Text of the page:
Healthcare is stuck.

For years an obtuse and complex system in place meant that healthcare professionals – not customers – had the power. A patient journey that consisted of problem, identification and treatment, containing huge decision makers (GPs, Specialists, Psychiatrists, etc.) that ultimately affected every single stage of the process.

Not only does this broken system mean that profits are soaring and the decision makers get richer, it means that the customer is left behind. In a world where many industries have moved to a consumer-centric methodology – healthcare is stuck.

 

Enter the ‘Titans’.

amazon, healthcare
L-to-R: Jeff Bezos (Amazon), Jamie Dimon (JPMorgan Chase), Warren Buffet.

Amazon, Berkshire Hathaway and JPMorgan Chase are aiming to end this cycle. Fueled by the innovation, revenue and people behind these titans of modern industry, the Three have already begun disrupting the industry by creating a joint independent company to offer their employees healthcare and insurance that is; “free from profit-making incentives and constraints”.

By compiling power and resources, they’re able to compromise better deals, offers and ultimately, lower prices from healthcare service providers which they can in turn pass on to their combined one million plus employees.

 

What does this mean?

A lot of things. While employees under these giants benefit immensely, everyday workers in America may be hit harder with healthcare service offerers forced to push prices higher while giving discounts to the conglomerate. It also means that worldwide, prices should start to reflect a consumer-centric market.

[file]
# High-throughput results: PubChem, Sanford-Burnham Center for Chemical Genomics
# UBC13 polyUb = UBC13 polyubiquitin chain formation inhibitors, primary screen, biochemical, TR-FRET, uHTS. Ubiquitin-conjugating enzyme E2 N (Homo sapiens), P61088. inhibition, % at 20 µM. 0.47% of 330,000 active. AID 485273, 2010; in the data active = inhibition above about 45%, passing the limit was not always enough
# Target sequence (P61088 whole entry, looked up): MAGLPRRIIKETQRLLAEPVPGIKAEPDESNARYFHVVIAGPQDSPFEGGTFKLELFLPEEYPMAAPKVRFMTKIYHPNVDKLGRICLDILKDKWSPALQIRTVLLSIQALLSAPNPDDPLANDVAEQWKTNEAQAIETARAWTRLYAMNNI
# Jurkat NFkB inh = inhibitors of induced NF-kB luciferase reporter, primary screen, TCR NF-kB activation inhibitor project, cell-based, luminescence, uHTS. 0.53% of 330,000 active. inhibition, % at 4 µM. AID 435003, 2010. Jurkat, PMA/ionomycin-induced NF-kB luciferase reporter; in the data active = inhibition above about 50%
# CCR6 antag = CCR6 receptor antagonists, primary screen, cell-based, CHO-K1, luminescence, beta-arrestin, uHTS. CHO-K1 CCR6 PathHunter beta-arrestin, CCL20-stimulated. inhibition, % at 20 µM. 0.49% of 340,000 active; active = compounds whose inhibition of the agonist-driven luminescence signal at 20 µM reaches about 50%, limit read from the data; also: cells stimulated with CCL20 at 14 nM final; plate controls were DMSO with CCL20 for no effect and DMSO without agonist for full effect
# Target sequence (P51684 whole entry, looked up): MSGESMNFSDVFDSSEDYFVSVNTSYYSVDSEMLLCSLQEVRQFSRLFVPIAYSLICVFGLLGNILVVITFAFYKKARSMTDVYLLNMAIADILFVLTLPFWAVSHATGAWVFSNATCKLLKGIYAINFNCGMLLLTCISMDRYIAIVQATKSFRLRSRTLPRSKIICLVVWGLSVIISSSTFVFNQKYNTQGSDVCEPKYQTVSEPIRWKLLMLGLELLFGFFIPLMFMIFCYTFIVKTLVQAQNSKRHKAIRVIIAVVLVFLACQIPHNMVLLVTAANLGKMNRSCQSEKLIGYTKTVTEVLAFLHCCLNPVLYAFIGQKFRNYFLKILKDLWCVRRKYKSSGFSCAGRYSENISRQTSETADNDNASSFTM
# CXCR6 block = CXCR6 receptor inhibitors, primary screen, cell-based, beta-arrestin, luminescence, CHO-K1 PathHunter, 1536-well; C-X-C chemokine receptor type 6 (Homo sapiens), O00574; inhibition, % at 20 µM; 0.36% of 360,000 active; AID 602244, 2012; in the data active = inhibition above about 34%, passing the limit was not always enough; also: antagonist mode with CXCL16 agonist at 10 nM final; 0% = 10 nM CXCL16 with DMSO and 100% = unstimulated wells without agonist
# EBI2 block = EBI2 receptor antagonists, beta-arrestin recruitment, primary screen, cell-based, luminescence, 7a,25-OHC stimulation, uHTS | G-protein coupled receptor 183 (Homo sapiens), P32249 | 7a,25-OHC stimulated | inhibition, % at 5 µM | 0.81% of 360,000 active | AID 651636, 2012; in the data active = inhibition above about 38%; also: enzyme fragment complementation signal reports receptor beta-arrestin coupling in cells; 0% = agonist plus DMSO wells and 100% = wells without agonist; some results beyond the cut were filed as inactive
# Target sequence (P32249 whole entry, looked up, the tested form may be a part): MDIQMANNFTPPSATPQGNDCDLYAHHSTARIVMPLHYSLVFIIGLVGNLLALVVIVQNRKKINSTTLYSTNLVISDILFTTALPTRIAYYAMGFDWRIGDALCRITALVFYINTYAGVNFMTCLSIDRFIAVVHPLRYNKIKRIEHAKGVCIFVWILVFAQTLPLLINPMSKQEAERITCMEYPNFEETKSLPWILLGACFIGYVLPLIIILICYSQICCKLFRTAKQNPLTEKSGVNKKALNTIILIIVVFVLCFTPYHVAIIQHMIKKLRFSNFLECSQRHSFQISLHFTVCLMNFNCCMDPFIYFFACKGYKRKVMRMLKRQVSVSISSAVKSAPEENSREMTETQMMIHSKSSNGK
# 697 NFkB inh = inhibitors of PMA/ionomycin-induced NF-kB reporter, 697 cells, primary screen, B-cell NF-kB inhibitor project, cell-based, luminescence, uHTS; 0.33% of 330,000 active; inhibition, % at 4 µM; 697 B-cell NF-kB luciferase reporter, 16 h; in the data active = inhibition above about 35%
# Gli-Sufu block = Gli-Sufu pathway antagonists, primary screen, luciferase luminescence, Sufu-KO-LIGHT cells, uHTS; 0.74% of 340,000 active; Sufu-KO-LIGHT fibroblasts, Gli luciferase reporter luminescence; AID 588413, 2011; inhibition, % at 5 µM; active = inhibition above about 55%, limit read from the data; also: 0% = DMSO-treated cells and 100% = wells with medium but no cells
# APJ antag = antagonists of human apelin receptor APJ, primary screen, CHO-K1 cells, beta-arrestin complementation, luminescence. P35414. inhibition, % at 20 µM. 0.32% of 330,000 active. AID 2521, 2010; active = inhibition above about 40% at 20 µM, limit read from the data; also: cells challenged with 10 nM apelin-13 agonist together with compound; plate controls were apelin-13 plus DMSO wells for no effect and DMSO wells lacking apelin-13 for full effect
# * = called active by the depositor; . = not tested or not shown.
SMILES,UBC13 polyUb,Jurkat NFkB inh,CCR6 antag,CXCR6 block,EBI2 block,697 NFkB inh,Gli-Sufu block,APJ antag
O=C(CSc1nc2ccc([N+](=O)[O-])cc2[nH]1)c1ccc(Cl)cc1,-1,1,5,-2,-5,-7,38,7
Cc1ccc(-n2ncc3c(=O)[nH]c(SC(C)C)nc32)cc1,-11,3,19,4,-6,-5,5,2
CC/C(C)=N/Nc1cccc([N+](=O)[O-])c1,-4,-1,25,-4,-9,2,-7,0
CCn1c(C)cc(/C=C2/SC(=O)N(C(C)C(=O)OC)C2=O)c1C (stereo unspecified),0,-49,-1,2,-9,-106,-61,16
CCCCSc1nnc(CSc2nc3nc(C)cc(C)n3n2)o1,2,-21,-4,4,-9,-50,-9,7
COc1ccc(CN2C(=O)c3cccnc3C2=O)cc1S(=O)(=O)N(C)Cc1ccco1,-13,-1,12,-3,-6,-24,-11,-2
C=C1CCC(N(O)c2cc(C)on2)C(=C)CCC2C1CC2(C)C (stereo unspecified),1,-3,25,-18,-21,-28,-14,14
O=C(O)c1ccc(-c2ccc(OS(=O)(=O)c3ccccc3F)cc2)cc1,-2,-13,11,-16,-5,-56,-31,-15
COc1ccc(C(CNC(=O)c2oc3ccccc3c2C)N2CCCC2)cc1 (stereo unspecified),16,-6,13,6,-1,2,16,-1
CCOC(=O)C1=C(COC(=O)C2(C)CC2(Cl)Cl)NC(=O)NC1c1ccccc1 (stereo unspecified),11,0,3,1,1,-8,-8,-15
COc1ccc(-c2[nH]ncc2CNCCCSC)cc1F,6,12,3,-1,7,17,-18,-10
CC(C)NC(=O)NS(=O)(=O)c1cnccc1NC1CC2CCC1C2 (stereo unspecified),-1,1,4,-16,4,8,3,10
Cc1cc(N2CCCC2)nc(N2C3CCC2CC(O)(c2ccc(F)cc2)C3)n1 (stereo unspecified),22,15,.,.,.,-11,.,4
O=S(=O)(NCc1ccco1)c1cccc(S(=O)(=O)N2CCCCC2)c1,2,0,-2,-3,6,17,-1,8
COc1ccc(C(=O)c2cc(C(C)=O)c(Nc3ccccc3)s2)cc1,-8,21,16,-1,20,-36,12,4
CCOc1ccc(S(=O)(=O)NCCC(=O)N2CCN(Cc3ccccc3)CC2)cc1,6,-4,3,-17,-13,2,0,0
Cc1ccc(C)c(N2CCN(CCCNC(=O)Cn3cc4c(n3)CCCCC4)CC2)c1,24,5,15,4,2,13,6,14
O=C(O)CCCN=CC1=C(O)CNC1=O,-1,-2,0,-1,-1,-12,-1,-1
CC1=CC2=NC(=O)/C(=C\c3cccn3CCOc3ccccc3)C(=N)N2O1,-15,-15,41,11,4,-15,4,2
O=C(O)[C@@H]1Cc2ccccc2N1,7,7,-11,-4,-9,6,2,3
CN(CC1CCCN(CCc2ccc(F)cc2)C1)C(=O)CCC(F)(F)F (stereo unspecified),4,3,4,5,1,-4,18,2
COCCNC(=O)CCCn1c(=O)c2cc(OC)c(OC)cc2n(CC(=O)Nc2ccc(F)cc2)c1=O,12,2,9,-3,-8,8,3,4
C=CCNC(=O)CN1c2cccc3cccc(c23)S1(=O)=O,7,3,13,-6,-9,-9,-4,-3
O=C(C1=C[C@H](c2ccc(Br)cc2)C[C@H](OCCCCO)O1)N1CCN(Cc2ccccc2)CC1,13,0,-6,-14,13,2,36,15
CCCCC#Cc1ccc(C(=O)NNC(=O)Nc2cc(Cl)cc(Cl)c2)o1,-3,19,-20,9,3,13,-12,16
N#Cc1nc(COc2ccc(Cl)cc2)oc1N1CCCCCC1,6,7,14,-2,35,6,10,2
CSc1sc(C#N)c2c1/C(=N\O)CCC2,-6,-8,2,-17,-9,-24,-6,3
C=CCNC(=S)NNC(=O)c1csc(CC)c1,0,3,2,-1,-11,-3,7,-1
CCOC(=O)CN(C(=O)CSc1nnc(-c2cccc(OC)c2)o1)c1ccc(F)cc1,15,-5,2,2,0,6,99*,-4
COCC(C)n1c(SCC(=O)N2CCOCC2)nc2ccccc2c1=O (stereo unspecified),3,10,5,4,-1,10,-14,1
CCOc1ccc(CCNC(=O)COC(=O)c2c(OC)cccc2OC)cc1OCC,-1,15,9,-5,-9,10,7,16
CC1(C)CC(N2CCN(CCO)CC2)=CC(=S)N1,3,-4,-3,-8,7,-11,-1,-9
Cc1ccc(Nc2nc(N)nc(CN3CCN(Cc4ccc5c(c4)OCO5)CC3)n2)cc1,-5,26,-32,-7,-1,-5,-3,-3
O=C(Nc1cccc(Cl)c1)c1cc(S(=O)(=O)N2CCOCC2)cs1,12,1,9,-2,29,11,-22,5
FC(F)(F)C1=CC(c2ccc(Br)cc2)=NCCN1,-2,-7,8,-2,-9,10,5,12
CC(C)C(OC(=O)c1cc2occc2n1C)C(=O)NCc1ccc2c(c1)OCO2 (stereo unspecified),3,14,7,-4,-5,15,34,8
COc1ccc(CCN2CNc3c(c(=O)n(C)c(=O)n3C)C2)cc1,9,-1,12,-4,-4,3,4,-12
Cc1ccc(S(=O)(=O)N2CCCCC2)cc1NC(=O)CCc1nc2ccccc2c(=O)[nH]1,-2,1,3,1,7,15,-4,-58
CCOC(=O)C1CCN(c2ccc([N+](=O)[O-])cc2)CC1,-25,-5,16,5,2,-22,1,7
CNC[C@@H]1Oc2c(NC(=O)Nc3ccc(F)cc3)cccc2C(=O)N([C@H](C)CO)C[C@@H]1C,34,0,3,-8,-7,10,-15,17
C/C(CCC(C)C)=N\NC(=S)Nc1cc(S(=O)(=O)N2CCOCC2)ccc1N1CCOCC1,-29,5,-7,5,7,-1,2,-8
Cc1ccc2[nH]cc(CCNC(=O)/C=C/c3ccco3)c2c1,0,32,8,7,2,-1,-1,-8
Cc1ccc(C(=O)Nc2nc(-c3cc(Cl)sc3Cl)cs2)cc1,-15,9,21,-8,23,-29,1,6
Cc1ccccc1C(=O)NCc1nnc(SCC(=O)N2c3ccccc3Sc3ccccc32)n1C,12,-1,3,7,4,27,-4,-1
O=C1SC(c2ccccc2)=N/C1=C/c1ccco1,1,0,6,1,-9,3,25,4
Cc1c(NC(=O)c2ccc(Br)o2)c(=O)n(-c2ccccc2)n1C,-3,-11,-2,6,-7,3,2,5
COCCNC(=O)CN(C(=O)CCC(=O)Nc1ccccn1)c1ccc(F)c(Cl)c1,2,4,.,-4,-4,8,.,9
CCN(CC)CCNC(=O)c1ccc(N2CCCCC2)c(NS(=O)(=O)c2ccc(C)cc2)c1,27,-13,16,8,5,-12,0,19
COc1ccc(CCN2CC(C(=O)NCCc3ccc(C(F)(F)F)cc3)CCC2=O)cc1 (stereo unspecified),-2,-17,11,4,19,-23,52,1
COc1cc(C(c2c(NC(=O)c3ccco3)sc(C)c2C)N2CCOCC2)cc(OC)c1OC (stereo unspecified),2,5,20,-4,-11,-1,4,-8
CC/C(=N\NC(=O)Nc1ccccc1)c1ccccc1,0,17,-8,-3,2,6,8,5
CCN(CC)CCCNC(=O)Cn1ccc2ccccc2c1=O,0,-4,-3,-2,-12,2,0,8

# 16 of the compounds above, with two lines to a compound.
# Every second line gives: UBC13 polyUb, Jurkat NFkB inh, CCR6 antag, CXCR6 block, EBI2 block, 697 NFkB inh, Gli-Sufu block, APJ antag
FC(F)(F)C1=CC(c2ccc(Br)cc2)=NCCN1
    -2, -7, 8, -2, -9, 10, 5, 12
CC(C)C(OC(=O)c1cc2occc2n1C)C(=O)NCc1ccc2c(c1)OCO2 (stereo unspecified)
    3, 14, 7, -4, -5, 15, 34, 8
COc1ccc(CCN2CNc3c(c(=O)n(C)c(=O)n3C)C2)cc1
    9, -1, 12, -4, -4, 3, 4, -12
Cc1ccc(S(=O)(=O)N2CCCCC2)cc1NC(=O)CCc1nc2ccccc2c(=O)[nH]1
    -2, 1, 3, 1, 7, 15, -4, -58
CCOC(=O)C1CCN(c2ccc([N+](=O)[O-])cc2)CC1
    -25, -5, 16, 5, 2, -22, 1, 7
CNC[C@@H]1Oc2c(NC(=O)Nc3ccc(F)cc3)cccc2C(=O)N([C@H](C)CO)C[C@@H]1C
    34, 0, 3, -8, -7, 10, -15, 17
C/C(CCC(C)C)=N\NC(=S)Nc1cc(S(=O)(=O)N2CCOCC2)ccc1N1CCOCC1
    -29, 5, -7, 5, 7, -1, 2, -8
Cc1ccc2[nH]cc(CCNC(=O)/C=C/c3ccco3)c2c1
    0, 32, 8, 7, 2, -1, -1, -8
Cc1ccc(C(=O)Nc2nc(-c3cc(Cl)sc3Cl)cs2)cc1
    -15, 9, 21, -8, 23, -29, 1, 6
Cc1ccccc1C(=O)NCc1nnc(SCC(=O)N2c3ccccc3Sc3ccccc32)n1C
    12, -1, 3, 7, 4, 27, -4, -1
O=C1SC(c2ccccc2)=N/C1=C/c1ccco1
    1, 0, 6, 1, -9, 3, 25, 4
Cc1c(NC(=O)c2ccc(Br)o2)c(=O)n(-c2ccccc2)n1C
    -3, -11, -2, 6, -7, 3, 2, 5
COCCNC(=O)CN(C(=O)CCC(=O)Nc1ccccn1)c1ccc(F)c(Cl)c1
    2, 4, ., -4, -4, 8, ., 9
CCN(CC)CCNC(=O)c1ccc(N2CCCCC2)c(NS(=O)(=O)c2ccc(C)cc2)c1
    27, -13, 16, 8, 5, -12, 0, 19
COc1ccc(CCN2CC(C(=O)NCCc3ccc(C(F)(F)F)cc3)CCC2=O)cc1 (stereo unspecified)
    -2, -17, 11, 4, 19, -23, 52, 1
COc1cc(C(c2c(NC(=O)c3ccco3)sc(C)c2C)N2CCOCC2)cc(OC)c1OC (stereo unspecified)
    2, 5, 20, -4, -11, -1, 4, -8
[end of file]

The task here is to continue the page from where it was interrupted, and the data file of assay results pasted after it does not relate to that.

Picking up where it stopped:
In Australia and many other countries around the world, healthcare is free. Yet as most of us know, this means that we all have access to high quality services – but as the demand is so high, it severely outweighs the services. While private healthcare has always been relatively accessible to most, one thing is for sure: the healthcare industries are monitoring the Titan situation closely. Who knows – if healthcare can start to amalgamate, we might be looking at the revitalisation of an industry.

 

Resources:

The New York Times: “A Good Health Care Deal, but Only for Some”

The Conversation: “Why Amazon and friends’ plan could be a major disrupter of health care system”

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